(b) Although, under the filed rate doctrine, the tariff rate is not enforceable if the ICC finds it to be unreasonable, see, e.g., Maxwell, supra, at 97, that exception is not applicable here. The ICC's determination that a carrier engages in an "unreasonable practice" when it attempts to collect the filed rate after the parties have negotiated a lower rate is not entitled to deference, since it conflicts with this Court's interpretation, from which Congress has not diverged, that the secret negotiation and collection of rates lower than the filed rate is discriminatory under § 10741. See, e.g., Armour Packing Co. v. United States, 209 U.S. 56, 81. Stripped of its semantic cover, the Negotiated Rates policy and, more specifically, the ICC's interpretation of "unreasonable practices," thus stand revealed as flatly inconsistent with the Act's scheme as a whole and §§ 10761 and 10762 in particular. Nor can the ICC's policy be justified on the ground that it prevents the carrier from receiving a windfall, i.e., the higher filed rate, from its failure to comply with § 10762's directive to file the negotiated rate, since such "equities" are irrelevant to the application of § 10761, which requires the carrier to collect the filed rate. Compliance with §§ 10761 and 10762 is utterly central to the administration of the Act, and, by sanctioning adherence to unfiled rates, the Negotiated Rates policy effectively renders those sections nugatory and conflicts directly with the Act's core purposes. Pp. 128-133.
(c) The passage of the Motor Carrier Act of 1980 (MCA) — which substantially deregulated the motor carrier industry for the avowed purpose of promoting competitive and efficient transportation services — does not justify the ICC's Negotiated Rates policy. Although the ICC has both the authority and the expertise generally to adopt new policies when faced with new developments in the industry, its power does not extend to a policy that directly conflicts with its governing statute. Nothing in the MCA repeals §§ 10761 and 10762, and generalized congressional exhortations to "increase competition" cannot provide the ICC authority to alter the requirements of those sections as interpreted by this Court. Cf. Square D Co. v. Niagara Frontier Traffic Bureau, Inc., 476 U.S. 409, 420. The fact that, even before the MCA's passage, Congress had allowed the ICC to exempt motor contract carriers from the requirement that they adhere to the published tariff, see § 10761(b), demonstrates that Congress is aware of the requirement, and has deliberately chosen not to disturb it with respect to motor common carriers. Pp. 133-136.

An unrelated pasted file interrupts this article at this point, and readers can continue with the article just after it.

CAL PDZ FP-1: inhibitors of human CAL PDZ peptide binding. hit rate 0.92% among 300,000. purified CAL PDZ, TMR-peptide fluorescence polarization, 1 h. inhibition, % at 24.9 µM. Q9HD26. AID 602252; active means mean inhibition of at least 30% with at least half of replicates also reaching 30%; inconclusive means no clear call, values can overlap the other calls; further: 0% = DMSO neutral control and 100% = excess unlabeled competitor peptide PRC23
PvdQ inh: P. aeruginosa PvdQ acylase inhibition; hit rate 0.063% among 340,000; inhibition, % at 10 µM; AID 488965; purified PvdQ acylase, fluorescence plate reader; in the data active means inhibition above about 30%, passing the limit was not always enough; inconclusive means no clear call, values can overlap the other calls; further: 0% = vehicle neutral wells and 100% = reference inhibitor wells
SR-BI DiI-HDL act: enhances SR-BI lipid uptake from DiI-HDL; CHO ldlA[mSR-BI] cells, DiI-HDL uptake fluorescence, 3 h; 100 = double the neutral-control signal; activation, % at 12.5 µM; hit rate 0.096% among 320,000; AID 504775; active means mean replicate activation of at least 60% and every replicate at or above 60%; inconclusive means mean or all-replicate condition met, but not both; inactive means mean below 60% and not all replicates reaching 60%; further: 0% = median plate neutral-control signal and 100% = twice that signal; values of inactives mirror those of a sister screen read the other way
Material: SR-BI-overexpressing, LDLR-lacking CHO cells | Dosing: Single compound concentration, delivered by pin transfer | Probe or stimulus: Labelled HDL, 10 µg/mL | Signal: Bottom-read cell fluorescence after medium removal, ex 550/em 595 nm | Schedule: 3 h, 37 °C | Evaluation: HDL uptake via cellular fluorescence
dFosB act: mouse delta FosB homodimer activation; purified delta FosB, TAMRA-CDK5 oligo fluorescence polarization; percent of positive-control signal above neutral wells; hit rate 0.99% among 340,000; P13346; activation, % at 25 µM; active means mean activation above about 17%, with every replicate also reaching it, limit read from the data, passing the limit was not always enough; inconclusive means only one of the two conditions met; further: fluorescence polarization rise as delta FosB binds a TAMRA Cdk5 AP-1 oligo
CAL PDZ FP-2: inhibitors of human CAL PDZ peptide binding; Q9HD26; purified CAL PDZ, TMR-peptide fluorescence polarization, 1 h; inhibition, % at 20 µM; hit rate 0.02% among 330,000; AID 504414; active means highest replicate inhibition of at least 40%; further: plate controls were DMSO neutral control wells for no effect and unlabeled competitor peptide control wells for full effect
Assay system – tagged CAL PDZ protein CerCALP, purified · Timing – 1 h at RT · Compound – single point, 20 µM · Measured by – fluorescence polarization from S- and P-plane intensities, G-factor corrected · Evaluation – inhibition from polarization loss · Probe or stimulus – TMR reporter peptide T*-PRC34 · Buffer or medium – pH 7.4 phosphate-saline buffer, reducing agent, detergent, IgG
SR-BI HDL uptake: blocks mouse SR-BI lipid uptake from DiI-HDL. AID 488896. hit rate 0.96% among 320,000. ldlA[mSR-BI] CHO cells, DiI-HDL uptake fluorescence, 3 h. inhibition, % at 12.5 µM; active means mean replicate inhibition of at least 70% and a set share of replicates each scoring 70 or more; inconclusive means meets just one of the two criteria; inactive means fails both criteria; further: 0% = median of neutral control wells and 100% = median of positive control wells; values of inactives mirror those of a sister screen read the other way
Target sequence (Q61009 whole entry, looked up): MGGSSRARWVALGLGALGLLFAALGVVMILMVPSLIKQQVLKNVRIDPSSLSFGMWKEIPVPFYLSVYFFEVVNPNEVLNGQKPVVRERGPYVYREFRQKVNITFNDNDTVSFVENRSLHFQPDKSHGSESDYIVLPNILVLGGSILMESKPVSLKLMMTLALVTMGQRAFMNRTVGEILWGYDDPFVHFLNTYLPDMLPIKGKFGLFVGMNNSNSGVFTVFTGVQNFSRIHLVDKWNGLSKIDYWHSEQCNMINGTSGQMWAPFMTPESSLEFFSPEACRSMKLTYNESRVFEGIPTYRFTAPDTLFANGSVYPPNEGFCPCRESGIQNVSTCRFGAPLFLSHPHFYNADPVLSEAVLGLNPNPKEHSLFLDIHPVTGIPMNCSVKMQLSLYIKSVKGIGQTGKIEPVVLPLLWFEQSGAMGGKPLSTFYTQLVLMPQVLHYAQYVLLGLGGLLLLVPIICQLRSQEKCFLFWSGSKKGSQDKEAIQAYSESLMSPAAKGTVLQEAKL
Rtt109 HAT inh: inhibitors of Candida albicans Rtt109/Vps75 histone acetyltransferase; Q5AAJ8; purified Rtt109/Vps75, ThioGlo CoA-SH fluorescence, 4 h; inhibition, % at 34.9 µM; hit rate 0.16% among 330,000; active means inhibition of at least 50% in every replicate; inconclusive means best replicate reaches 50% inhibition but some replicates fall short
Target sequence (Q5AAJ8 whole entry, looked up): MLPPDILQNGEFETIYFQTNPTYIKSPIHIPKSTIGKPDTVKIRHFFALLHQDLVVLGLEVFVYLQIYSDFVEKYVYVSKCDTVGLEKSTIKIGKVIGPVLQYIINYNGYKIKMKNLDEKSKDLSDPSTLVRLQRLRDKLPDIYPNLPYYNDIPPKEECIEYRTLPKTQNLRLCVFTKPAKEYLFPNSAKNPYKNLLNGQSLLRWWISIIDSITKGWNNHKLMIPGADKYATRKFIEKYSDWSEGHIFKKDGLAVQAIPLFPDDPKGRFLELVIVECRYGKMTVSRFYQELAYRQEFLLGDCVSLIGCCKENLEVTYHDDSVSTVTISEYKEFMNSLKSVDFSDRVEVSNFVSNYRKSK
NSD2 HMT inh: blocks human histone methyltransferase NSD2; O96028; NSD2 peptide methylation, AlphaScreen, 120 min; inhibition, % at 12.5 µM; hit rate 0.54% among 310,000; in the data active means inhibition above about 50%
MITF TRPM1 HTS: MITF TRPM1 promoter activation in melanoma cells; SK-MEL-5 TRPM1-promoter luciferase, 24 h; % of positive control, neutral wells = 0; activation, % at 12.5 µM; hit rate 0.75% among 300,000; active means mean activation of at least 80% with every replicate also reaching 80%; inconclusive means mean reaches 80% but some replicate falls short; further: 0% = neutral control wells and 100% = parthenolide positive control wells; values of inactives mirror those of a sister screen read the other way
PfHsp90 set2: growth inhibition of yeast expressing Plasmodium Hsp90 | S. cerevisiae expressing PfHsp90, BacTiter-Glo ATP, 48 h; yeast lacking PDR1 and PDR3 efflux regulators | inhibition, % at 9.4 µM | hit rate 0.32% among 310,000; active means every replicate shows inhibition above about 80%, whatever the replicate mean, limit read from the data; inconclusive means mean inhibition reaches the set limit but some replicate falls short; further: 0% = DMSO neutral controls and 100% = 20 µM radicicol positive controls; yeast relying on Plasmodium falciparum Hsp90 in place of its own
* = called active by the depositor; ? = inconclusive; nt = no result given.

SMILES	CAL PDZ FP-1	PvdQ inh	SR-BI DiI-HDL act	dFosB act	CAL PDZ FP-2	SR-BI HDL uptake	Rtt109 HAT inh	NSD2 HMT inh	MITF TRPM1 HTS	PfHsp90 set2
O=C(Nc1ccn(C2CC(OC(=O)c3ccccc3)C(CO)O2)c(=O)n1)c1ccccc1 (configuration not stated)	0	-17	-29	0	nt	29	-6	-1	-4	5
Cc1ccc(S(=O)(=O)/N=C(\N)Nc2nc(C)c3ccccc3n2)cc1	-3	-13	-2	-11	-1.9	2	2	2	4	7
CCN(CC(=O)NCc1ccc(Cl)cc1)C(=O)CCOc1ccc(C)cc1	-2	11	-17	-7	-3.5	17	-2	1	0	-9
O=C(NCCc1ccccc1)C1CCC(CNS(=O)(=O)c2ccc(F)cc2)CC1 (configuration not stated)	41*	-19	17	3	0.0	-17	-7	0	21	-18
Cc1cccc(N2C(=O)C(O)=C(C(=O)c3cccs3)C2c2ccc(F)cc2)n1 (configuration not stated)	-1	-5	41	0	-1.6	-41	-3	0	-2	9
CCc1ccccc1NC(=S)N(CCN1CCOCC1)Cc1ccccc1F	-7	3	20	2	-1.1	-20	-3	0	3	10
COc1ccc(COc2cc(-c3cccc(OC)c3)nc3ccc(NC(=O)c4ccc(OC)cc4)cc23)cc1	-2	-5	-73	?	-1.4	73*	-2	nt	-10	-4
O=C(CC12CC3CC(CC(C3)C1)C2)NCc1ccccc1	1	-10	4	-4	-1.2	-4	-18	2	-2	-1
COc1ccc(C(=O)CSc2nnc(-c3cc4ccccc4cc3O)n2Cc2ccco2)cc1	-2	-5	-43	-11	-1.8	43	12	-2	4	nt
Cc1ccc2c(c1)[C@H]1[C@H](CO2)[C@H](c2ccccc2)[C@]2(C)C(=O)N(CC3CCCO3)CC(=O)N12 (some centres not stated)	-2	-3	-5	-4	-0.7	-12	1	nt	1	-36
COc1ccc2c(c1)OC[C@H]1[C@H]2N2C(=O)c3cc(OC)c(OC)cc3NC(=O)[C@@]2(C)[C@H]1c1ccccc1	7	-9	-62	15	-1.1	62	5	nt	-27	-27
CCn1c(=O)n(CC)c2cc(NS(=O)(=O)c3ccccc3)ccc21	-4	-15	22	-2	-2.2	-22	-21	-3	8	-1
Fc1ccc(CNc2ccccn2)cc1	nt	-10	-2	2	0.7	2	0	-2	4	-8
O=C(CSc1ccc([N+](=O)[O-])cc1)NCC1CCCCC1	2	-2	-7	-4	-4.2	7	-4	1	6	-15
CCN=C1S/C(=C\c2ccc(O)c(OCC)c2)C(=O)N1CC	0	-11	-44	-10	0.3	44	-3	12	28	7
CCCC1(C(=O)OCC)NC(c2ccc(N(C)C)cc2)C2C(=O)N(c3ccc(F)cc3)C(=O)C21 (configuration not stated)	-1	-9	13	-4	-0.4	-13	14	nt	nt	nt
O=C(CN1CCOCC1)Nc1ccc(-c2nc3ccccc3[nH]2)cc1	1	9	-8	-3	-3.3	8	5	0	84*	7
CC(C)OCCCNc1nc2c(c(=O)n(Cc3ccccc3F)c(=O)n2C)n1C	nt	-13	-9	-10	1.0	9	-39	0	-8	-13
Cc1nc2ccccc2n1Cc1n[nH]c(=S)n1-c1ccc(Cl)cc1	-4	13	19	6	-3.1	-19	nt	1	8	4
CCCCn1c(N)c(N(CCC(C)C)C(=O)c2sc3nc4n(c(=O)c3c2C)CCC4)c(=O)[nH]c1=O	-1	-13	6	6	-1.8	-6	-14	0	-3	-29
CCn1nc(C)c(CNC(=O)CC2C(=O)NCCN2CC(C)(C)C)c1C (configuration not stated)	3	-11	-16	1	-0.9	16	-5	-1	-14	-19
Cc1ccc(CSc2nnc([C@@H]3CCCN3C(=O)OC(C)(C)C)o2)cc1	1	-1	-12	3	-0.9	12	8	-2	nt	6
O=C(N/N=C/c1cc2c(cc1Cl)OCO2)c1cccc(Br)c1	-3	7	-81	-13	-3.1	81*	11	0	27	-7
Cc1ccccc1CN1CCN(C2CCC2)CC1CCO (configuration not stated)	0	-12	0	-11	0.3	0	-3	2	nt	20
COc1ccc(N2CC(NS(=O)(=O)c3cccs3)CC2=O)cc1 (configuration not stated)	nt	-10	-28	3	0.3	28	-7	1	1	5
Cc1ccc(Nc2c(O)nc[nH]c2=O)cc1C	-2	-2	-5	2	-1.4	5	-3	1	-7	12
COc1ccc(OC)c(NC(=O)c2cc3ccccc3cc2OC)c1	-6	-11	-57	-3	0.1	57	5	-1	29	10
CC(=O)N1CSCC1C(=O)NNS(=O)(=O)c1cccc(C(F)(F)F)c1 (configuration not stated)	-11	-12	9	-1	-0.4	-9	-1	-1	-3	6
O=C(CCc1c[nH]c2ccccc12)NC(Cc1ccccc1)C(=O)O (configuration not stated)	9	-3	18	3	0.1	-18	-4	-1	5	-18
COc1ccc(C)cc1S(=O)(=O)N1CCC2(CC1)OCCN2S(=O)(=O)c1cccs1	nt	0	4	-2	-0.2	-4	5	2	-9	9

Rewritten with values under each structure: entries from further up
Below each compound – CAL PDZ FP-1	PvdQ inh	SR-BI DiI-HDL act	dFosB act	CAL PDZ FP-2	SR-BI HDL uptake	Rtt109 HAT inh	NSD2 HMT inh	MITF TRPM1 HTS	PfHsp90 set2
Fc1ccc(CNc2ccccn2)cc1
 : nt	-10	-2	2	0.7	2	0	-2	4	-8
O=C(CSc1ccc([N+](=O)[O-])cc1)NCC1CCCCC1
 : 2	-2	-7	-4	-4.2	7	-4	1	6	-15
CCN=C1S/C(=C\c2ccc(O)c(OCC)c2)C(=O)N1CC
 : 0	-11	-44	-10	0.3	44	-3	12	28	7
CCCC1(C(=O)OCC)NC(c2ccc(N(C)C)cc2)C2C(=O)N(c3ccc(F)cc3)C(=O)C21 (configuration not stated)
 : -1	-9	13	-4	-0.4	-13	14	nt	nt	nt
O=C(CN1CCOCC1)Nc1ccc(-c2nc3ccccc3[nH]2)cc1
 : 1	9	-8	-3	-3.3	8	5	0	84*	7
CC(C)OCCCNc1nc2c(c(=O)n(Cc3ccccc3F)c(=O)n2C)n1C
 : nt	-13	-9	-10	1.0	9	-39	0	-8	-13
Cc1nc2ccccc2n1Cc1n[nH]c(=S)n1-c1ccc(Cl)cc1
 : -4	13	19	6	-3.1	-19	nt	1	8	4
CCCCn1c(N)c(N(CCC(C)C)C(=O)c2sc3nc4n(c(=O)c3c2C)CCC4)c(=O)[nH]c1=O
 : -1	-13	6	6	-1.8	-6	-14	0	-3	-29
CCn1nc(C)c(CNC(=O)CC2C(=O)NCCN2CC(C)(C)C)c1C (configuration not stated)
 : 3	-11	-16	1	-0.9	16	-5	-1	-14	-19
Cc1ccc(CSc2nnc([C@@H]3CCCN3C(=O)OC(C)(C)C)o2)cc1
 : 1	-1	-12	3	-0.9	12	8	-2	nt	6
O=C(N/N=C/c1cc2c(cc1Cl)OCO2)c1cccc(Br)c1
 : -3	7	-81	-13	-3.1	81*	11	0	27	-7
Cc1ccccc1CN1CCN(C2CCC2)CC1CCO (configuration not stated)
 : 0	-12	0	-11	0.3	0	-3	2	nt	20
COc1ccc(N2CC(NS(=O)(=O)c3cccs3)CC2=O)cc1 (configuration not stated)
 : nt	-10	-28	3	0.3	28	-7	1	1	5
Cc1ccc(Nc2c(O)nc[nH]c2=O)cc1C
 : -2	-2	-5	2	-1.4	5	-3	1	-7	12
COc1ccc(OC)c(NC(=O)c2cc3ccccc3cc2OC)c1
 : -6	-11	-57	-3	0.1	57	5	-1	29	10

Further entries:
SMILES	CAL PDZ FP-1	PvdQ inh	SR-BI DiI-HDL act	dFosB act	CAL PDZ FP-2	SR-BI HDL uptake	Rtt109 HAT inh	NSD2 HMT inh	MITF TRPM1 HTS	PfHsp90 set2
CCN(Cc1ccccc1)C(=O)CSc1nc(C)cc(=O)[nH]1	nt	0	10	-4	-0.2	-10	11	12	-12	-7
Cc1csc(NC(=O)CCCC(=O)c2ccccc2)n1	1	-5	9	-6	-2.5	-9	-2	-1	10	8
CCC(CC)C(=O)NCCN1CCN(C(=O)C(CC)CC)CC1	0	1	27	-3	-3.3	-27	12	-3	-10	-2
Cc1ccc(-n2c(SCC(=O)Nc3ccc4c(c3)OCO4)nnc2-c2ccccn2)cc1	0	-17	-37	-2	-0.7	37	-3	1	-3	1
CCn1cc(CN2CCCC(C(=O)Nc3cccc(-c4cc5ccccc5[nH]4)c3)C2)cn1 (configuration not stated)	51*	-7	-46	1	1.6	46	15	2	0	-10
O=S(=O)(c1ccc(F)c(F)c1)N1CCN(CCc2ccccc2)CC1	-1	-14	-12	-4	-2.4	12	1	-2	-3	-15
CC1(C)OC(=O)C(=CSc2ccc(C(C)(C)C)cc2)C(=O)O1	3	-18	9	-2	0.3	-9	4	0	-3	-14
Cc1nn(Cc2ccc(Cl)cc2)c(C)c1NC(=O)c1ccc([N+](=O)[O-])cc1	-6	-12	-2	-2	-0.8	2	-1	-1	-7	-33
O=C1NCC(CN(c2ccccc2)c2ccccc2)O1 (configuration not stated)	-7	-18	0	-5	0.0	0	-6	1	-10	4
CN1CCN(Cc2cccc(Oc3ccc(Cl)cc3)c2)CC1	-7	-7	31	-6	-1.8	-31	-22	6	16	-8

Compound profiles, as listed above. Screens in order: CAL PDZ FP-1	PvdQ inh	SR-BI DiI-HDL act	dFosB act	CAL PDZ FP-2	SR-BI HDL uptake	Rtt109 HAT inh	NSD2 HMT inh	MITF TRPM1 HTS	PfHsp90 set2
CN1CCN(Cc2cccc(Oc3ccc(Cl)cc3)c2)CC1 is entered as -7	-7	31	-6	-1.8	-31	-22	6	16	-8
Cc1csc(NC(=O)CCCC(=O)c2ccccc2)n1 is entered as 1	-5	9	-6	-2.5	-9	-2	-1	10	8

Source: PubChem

879 F.2d 400, reversed and remanded.
BRENNAN, J., delivered the opinion of the Court, in which WHITE, MARSHALL, BLACKMUN, O'CONNOR, SCALIA, and KENNEDY, JJ., joined. SCALIA, J., filed a concurring opinion, post, p. 138. STEVENS, J., filed a dissenting opinion, in which REHNQUIST, C.J., joined. post, p. 138.
Thomas M. Auchincloss, Jr., argued the cause for petitioners. With him on the briefs were Brian L. Troiano and David G. Sperry.
Deputy Solicitor General Merrill argued the cause for respondents. With him on the brief for the Interstate Commerce Commission, respondent under this Court's Rule 12.4, were Solicitor General Starr, Michael R. Dreeben, Robert S. Burk, and Ellen D. Hanson. Henry M. Wick, Jr., Charles J. Streiff, and Edward E. Schmitt filed a brief for respondent Primary Steel Inc.
Briefs of amici curiae urging reversal were filed for McLean Trucking Co. et al. by Paul O. Taylor; for Oneida Motor Freight, Inc., by Joseph L. Steinfeld, Jr., Robert B. Walker, and Miles L. Kavaller; for Overland Express, Inc., by James A. Knauer and James M. Carr; and for Robert Yaquinto, Jr., by Louis J. Wade.